Reporting a ransomware hack is obviously highly problematic for businesses, particularly those for whom superior data security is a key element of brand identity. Recent hacks have shaken consumer confidence and resulted in profound turmoil for the targeted businesses, including resignations by top executives.15

Legal Remedies for Ransomware Targets?

What might a civil action against a ransomware hacker look like? 

Ransomware hacks are unique in that they do not typically result in the appropriation and use of the target's data; they instead paralyze the data to prevent its use by the target. 

Causes of action for such a hack might include:

  • Conversion, which includes liability for the destruction of another's goods in a manner inconsistent with that person's right of possession (and thus doesn't require that the data held for ransom be stolen by the hacker / ransomware);
  • Intimidation, which requires a threat to the plaintiff, an intention to injure the plaintiff, and compliance with the threat (or the foregoing of some action as a result of the threat);16
  • Trespass to chattels, which imputes liability for destroying another's goods, or depriving them of the possession of those goods;
  • Detinue, normally a suit for the return of goods wrongfully detained by another, which could be used to compel the release or decryption of data (query whether it would require an extension of the tort in the ransomware scenario where data isn't "taken" from its owner but is, in effect, detained);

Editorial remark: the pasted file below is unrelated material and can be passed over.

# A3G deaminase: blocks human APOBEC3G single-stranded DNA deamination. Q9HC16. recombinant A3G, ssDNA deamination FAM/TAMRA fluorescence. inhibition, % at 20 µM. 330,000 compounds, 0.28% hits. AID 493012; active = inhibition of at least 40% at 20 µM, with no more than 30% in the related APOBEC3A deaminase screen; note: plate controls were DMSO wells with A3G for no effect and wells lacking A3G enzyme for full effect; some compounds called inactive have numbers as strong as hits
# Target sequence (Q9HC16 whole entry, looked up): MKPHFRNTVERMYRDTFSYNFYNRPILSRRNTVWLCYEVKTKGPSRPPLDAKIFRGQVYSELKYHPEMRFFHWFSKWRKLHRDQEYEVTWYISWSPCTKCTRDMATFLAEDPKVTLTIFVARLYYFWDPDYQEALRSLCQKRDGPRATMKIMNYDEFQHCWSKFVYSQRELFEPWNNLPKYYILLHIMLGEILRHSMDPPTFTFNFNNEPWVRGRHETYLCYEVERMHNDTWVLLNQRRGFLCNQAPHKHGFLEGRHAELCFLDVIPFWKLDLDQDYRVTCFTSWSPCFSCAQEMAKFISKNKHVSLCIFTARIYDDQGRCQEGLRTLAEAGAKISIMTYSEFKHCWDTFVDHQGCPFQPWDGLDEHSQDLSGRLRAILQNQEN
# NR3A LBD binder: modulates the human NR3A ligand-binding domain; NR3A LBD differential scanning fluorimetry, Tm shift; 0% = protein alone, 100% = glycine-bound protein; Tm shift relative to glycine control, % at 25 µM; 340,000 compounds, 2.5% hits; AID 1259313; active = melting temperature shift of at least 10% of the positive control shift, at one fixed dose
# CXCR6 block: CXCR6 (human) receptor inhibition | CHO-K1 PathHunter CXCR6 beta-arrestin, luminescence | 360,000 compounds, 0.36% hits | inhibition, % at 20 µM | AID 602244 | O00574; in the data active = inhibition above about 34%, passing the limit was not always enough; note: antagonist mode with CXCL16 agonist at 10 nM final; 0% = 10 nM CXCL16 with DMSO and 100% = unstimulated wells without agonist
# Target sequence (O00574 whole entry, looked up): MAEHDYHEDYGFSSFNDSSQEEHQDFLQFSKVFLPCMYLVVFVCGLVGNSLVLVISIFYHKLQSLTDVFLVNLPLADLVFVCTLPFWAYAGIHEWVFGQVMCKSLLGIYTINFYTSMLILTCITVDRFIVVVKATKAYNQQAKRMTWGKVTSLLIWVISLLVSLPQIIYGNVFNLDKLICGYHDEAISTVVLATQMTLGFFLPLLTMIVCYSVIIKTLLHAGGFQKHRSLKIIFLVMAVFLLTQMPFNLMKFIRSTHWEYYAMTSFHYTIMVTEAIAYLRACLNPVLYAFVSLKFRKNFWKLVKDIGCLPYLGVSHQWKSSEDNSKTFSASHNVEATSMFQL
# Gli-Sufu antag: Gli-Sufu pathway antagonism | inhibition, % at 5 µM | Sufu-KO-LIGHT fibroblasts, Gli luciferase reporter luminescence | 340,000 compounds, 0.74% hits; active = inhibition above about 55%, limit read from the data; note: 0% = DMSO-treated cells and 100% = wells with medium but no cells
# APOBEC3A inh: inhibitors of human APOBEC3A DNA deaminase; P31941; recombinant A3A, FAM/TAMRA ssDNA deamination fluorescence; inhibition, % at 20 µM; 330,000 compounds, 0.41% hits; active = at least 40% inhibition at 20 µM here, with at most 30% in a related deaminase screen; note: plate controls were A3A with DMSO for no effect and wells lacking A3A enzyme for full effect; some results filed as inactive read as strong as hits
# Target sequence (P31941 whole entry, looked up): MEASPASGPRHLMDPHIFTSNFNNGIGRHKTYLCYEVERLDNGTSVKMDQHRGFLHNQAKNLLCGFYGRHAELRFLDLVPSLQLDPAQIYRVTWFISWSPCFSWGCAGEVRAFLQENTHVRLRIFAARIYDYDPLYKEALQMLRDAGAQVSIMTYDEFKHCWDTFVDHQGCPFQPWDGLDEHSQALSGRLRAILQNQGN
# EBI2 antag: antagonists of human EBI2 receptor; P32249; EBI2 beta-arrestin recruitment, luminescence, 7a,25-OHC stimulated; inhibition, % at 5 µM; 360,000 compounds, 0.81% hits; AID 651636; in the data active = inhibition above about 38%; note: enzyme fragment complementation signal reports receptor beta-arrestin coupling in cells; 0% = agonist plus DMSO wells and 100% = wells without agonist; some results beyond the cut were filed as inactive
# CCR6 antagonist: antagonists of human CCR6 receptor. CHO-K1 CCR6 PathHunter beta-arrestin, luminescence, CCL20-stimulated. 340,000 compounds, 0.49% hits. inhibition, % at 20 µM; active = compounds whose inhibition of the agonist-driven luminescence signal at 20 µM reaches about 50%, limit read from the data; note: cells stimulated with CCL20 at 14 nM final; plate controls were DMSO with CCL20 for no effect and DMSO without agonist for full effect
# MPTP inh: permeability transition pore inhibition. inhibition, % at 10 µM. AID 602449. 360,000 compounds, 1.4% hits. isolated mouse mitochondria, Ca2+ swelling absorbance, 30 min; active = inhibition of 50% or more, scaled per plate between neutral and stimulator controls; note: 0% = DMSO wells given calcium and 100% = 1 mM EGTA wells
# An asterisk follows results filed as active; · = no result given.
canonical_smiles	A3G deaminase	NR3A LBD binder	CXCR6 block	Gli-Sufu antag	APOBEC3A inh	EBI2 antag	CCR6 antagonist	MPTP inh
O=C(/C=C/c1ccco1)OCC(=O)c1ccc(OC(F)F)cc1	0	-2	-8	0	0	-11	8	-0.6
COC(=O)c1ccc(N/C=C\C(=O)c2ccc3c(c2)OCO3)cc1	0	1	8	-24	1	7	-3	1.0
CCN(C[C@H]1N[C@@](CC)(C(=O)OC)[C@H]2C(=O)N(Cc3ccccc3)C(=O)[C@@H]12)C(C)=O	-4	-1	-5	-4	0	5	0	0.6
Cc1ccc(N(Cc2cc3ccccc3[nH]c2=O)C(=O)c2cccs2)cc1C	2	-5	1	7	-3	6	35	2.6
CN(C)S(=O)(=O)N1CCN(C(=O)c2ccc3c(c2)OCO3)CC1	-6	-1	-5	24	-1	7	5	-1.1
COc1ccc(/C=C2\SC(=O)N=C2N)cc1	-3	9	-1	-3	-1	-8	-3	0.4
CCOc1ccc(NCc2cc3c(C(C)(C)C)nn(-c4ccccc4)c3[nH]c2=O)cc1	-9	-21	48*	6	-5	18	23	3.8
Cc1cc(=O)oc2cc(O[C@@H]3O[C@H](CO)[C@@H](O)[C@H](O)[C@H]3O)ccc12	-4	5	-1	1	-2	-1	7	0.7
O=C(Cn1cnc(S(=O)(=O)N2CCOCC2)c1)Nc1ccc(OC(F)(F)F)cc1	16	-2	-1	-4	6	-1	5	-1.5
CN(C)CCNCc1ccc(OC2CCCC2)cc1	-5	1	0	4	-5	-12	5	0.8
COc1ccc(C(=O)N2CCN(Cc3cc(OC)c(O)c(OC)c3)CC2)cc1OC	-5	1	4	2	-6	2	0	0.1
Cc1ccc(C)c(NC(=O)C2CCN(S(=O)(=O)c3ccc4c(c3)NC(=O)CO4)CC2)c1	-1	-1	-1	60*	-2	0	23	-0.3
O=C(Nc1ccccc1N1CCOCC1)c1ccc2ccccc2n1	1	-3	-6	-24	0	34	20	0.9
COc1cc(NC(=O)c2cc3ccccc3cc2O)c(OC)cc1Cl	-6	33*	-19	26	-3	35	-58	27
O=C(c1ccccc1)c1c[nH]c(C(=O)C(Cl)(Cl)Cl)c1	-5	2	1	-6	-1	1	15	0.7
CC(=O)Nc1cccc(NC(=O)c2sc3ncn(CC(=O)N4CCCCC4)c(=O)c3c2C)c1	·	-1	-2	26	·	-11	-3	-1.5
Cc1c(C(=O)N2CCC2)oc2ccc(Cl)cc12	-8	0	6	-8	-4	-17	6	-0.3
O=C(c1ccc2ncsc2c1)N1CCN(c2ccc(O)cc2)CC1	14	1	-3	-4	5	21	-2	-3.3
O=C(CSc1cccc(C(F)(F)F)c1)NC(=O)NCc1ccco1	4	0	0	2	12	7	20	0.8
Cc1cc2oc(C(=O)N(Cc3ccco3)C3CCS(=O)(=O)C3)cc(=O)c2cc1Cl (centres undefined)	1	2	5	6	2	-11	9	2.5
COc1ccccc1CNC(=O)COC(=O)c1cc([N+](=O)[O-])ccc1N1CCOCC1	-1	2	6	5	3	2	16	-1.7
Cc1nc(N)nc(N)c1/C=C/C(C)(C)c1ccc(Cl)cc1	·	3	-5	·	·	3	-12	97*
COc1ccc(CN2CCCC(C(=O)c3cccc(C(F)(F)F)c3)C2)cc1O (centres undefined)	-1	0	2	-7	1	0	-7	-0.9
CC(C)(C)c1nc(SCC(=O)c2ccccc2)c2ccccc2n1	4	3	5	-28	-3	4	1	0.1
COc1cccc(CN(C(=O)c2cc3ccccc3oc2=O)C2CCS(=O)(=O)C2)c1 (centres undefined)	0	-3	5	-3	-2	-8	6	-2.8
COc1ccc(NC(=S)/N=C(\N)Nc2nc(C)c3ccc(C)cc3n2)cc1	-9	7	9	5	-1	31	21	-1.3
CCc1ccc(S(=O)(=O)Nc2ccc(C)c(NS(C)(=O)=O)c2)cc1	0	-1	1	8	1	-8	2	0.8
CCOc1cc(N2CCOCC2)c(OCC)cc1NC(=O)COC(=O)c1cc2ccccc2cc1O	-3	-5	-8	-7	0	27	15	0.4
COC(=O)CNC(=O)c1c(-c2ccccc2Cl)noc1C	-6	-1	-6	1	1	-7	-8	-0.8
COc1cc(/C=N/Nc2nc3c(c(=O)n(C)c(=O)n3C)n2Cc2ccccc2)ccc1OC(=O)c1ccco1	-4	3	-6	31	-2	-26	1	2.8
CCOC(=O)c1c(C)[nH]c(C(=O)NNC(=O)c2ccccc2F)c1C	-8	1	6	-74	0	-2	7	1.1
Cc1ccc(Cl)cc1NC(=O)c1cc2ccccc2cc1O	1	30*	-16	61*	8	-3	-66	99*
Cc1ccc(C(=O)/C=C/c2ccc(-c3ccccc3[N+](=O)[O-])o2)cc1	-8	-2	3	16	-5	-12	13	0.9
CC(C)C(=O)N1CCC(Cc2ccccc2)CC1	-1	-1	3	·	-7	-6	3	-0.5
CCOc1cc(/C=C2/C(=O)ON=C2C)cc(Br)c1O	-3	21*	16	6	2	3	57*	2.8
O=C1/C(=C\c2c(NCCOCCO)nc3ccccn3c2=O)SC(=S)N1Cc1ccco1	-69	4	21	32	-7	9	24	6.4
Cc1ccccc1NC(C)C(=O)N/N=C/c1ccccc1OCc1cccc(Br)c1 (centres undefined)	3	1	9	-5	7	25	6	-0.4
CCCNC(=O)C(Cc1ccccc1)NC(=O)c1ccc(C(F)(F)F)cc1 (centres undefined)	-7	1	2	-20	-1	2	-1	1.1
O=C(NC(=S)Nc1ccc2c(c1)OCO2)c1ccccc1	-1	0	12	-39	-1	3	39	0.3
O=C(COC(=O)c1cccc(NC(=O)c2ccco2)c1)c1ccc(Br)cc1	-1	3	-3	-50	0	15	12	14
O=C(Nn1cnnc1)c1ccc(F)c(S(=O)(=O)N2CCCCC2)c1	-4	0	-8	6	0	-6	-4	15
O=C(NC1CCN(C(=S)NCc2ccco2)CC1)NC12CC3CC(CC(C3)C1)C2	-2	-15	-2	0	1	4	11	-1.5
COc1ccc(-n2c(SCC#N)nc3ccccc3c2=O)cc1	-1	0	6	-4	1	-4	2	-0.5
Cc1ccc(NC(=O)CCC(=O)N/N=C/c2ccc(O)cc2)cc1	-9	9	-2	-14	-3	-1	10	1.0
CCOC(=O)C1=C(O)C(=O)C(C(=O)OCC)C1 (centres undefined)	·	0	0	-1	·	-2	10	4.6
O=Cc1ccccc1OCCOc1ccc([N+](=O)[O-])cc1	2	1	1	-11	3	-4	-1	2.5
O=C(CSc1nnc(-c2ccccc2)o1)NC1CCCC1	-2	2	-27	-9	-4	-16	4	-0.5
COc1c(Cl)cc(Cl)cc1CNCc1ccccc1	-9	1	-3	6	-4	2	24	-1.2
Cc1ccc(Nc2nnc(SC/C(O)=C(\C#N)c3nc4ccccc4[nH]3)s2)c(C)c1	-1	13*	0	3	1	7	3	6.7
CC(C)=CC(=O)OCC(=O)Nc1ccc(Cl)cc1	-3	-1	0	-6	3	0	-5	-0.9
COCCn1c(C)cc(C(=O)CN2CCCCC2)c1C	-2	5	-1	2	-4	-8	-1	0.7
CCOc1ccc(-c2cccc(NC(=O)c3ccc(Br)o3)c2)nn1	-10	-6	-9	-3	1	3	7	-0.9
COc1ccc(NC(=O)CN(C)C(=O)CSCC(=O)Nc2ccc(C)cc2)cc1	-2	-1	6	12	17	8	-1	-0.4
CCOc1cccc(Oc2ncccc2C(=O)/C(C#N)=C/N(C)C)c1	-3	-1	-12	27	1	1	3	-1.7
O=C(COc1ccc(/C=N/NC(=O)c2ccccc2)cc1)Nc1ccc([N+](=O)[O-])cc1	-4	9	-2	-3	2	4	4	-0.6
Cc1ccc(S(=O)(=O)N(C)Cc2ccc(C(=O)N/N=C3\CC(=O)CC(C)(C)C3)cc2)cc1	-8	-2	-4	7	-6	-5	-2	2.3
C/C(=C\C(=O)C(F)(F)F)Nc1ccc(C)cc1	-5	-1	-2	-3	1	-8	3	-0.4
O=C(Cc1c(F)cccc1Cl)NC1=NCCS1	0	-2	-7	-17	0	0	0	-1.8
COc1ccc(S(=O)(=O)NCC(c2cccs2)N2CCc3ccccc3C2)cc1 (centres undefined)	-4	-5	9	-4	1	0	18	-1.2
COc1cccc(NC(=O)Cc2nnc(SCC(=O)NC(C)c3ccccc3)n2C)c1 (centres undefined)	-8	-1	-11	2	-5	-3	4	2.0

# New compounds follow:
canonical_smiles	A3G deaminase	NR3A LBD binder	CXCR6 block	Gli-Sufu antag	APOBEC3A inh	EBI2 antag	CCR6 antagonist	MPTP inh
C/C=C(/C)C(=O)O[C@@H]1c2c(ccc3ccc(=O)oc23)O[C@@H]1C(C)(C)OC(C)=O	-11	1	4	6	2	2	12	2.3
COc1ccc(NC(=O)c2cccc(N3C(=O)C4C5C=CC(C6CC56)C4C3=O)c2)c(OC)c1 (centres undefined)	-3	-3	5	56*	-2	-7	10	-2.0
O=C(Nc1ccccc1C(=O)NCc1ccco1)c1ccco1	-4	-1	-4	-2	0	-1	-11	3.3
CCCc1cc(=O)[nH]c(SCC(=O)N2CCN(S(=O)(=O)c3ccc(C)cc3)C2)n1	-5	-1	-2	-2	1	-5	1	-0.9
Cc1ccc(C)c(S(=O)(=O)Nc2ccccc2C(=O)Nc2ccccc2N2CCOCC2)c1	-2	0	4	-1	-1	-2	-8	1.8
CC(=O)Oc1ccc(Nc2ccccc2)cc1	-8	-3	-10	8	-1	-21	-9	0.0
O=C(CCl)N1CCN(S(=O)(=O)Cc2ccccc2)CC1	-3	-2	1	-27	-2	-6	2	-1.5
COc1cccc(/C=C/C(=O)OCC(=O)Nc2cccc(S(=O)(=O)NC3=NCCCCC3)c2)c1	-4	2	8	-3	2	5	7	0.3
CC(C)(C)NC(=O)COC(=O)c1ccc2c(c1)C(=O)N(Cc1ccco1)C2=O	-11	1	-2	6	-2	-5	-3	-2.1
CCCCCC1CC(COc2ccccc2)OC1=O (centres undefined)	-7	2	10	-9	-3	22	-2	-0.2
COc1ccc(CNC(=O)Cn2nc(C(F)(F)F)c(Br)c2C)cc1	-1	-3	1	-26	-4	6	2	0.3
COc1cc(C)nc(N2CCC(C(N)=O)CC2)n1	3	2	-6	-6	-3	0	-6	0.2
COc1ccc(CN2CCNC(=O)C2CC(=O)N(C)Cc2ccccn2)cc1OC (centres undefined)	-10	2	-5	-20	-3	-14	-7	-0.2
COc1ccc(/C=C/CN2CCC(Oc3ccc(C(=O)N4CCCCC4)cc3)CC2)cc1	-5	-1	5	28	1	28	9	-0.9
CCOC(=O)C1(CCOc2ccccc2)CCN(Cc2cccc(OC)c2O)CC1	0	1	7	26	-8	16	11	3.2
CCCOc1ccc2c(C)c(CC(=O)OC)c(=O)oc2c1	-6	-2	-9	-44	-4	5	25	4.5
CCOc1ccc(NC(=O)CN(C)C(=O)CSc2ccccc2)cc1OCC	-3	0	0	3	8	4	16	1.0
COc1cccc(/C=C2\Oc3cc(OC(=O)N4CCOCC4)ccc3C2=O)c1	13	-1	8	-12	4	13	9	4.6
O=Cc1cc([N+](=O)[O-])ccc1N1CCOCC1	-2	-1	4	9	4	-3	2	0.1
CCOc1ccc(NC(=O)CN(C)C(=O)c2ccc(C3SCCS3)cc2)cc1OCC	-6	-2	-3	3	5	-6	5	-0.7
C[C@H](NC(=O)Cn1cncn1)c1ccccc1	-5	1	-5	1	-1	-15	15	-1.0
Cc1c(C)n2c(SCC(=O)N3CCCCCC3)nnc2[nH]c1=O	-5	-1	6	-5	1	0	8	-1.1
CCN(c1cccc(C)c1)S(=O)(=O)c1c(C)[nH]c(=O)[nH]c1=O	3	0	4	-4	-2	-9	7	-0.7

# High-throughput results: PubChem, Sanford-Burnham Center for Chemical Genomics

• Interference with economic relations (i.e. the "'unlawful means' tort"17), which would require harm to a third party giving rise to a cause of action against the plaintiff (in a ransomware scenario, this could arise where there is a loss of or damage to the third party's personal or other data in the attack—e.g. the loss of access to the only copy of such data—or perhaps where a party in a business relationship with the target is harmed by the loss of access to the data because it rendered the target unable to perform duties owed to the third party);
  • Intrusion upon seclusion, which may or may not apply as it requires an invasion of privacy which arguably may not exist in the context of a ransomware attack where no human even views the data18;
  • Targets may also have a cause of action for breach of the Copyright Act, which makes it an offence under the Act to "circumvent a technological protection measure" that "controls access to a work."19 This would include attempts to "avoid, bypass, remove, deactivate or impair the technological protection measure."20 

The fact that a ransomware attack usually paralyzes or destroys rather than stealing data simplifies the issue of damages as it does not rely on an accounting of profits made from the data by the hacker (except, of course, in the scenario where the target pays the ransom, loses the data regardless, and sues, in which case the ransom forms part of the claim). The measure of damages instead becomes the quantum of the target's loss connected to the loss of the data. This may include lost profits resulting from lost customers or the loss of future customers / opportunities; operating losses connected with the temporary or permanent loss of the data (e.g. the direct or indirect cost of projects stalled or abandoned); and possibly also losses due to claims by customers or others whose data was put at risk (though this would seem to arise only where the only copy of the data is lost, or where there is at least uncertainty as to whether such parties' private information was also accessed or taken in the attack resulting in a privacy breach).